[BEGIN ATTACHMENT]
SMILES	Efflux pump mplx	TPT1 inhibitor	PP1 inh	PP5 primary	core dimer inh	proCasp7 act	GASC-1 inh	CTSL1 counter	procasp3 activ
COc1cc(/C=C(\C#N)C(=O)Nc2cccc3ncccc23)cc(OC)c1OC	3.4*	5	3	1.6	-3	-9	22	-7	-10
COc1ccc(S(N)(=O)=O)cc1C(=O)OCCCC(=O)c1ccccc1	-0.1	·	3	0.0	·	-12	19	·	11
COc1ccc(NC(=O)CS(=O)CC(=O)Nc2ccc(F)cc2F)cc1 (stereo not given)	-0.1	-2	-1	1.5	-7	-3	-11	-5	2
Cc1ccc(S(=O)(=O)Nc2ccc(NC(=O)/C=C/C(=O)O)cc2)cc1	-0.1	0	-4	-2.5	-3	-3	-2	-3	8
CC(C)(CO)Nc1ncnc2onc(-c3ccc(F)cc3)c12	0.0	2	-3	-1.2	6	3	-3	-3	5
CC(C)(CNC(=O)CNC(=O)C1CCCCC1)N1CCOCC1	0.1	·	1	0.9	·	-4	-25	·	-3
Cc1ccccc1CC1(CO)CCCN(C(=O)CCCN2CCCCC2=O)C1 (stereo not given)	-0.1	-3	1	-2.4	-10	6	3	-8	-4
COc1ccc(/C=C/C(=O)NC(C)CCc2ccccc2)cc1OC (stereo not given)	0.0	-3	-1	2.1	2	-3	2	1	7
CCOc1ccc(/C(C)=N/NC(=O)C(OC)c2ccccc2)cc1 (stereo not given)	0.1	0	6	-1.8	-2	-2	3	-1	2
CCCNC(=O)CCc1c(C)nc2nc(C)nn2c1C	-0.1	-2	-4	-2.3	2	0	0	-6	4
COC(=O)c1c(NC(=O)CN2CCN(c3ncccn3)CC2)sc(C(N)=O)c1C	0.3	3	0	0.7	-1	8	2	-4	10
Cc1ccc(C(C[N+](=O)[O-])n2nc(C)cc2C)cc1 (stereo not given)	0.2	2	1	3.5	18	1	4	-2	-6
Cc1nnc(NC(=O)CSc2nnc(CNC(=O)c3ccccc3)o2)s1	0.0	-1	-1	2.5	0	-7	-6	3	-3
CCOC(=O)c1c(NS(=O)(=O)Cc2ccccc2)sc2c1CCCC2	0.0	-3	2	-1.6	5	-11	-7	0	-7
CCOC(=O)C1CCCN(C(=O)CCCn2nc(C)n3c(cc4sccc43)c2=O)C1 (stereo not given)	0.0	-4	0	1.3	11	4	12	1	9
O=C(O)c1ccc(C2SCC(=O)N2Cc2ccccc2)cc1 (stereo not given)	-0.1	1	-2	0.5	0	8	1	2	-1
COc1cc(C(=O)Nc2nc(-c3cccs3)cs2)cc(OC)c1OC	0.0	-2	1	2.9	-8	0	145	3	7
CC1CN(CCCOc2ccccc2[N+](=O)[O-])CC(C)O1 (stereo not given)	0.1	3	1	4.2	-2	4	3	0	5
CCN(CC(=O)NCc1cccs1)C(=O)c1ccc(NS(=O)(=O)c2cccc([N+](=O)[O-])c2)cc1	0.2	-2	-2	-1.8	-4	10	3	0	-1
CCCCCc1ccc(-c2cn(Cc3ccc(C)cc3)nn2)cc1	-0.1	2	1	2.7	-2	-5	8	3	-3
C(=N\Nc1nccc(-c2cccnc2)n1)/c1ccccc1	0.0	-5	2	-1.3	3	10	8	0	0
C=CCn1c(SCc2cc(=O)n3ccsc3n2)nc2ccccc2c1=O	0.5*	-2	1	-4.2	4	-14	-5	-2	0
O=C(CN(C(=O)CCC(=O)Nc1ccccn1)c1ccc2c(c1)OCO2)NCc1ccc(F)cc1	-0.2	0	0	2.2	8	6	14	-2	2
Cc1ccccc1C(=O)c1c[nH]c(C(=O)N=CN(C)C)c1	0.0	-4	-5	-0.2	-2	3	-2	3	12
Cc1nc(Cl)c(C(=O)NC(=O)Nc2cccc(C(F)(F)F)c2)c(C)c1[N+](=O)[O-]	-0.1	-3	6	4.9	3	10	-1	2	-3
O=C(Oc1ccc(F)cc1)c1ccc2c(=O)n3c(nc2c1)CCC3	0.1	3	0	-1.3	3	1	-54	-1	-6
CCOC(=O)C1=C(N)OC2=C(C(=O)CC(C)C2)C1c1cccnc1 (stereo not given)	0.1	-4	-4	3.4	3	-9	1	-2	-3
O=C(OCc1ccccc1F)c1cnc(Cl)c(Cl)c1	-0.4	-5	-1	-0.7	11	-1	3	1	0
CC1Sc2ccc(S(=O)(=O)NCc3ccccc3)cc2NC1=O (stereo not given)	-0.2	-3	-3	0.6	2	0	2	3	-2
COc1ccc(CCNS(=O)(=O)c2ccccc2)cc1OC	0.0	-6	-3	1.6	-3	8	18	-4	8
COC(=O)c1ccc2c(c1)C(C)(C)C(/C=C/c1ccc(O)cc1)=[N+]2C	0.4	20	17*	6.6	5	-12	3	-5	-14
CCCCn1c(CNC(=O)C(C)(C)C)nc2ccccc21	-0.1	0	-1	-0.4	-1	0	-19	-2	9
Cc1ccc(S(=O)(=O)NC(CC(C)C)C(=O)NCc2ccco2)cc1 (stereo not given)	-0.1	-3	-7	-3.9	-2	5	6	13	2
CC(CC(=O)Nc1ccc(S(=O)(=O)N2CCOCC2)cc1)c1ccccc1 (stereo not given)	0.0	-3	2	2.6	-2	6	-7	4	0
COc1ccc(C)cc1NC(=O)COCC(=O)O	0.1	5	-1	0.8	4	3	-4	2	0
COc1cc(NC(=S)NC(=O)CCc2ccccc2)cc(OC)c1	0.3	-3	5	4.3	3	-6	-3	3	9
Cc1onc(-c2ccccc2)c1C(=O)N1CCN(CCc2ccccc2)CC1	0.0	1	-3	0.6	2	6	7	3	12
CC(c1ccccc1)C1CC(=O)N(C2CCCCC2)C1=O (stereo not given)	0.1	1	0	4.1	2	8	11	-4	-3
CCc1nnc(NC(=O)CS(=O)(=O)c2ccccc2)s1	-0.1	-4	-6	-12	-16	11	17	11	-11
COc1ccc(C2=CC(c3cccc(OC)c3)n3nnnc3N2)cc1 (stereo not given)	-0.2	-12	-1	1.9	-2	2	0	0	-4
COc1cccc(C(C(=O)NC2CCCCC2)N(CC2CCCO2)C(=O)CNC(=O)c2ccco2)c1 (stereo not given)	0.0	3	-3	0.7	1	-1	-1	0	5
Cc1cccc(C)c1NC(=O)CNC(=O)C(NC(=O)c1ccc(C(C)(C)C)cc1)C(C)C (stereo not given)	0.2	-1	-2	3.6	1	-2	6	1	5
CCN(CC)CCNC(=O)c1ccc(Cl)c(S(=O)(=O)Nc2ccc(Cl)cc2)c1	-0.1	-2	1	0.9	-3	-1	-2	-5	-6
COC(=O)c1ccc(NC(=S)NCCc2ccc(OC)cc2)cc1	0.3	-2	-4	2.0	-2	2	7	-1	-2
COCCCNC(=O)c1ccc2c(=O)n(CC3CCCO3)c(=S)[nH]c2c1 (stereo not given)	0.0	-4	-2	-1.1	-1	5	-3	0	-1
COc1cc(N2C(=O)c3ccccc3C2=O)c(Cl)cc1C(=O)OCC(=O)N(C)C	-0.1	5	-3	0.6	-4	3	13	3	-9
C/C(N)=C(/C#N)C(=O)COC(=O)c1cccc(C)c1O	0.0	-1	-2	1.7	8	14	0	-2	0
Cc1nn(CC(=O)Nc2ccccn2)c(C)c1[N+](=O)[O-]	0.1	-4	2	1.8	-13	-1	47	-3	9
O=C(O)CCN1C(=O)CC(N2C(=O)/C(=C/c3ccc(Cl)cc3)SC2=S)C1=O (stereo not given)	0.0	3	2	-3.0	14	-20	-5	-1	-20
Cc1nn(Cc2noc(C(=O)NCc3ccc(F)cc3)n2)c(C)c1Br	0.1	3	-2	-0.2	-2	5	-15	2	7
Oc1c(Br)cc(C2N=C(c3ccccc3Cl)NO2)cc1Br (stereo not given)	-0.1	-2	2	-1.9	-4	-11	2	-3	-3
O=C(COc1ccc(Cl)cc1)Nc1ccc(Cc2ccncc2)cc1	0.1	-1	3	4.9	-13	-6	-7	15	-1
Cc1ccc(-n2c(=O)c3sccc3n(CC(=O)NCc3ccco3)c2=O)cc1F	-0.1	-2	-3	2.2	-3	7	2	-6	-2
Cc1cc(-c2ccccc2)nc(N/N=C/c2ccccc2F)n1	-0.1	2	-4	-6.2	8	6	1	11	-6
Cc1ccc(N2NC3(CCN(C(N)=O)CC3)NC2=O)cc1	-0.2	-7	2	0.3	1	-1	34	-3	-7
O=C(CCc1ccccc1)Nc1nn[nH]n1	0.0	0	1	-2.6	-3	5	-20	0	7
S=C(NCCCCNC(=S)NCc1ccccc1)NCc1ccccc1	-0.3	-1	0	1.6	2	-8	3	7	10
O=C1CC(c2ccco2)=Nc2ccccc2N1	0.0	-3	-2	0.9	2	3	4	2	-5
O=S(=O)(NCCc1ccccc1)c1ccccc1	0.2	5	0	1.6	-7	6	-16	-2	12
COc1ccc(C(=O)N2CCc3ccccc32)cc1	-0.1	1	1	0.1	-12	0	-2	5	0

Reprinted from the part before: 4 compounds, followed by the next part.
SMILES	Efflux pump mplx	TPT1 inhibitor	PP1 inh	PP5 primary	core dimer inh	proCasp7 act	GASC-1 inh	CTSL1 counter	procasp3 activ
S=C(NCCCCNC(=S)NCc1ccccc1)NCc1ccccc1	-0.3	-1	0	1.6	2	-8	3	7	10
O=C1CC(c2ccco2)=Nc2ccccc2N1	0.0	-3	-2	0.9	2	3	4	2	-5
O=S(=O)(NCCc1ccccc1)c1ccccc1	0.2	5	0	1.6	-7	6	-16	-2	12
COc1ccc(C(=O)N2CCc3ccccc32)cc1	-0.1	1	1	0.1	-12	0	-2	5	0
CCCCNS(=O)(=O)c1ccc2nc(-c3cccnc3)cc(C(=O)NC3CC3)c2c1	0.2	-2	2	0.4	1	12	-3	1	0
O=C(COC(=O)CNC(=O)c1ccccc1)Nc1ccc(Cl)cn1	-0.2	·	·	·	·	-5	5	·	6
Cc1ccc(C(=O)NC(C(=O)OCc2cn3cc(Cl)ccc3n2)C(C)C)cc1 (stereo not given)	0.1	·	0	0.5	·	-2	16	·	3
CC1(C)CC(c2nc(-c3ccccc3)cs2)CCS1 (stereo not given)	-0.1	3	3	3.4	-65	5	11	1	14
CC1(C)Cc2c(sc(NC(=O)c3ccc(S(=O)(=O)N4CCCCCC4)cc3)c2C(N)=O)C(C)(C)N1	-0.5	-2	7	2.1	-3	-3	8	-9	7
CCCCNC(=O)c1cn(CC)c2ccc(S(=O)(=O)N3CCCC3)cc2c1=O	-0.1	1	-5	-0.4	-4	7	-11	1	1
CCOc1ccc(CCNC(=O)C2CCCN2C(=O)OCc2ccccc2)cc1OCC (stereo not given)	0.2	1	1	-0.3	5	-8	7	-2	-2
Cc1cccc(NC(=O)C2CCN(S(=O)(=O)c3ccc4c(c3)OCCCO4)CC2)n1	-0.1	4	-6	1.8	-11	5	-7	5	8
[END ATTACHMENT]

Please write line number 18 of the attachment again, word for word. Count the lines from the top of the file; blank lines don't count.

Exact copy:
COc1cc(C(=O)Nc2nc(-c3cccs3)cs2)cc(OC)c1OC	0.0	-2	1	2.9	-8	0	145	3	7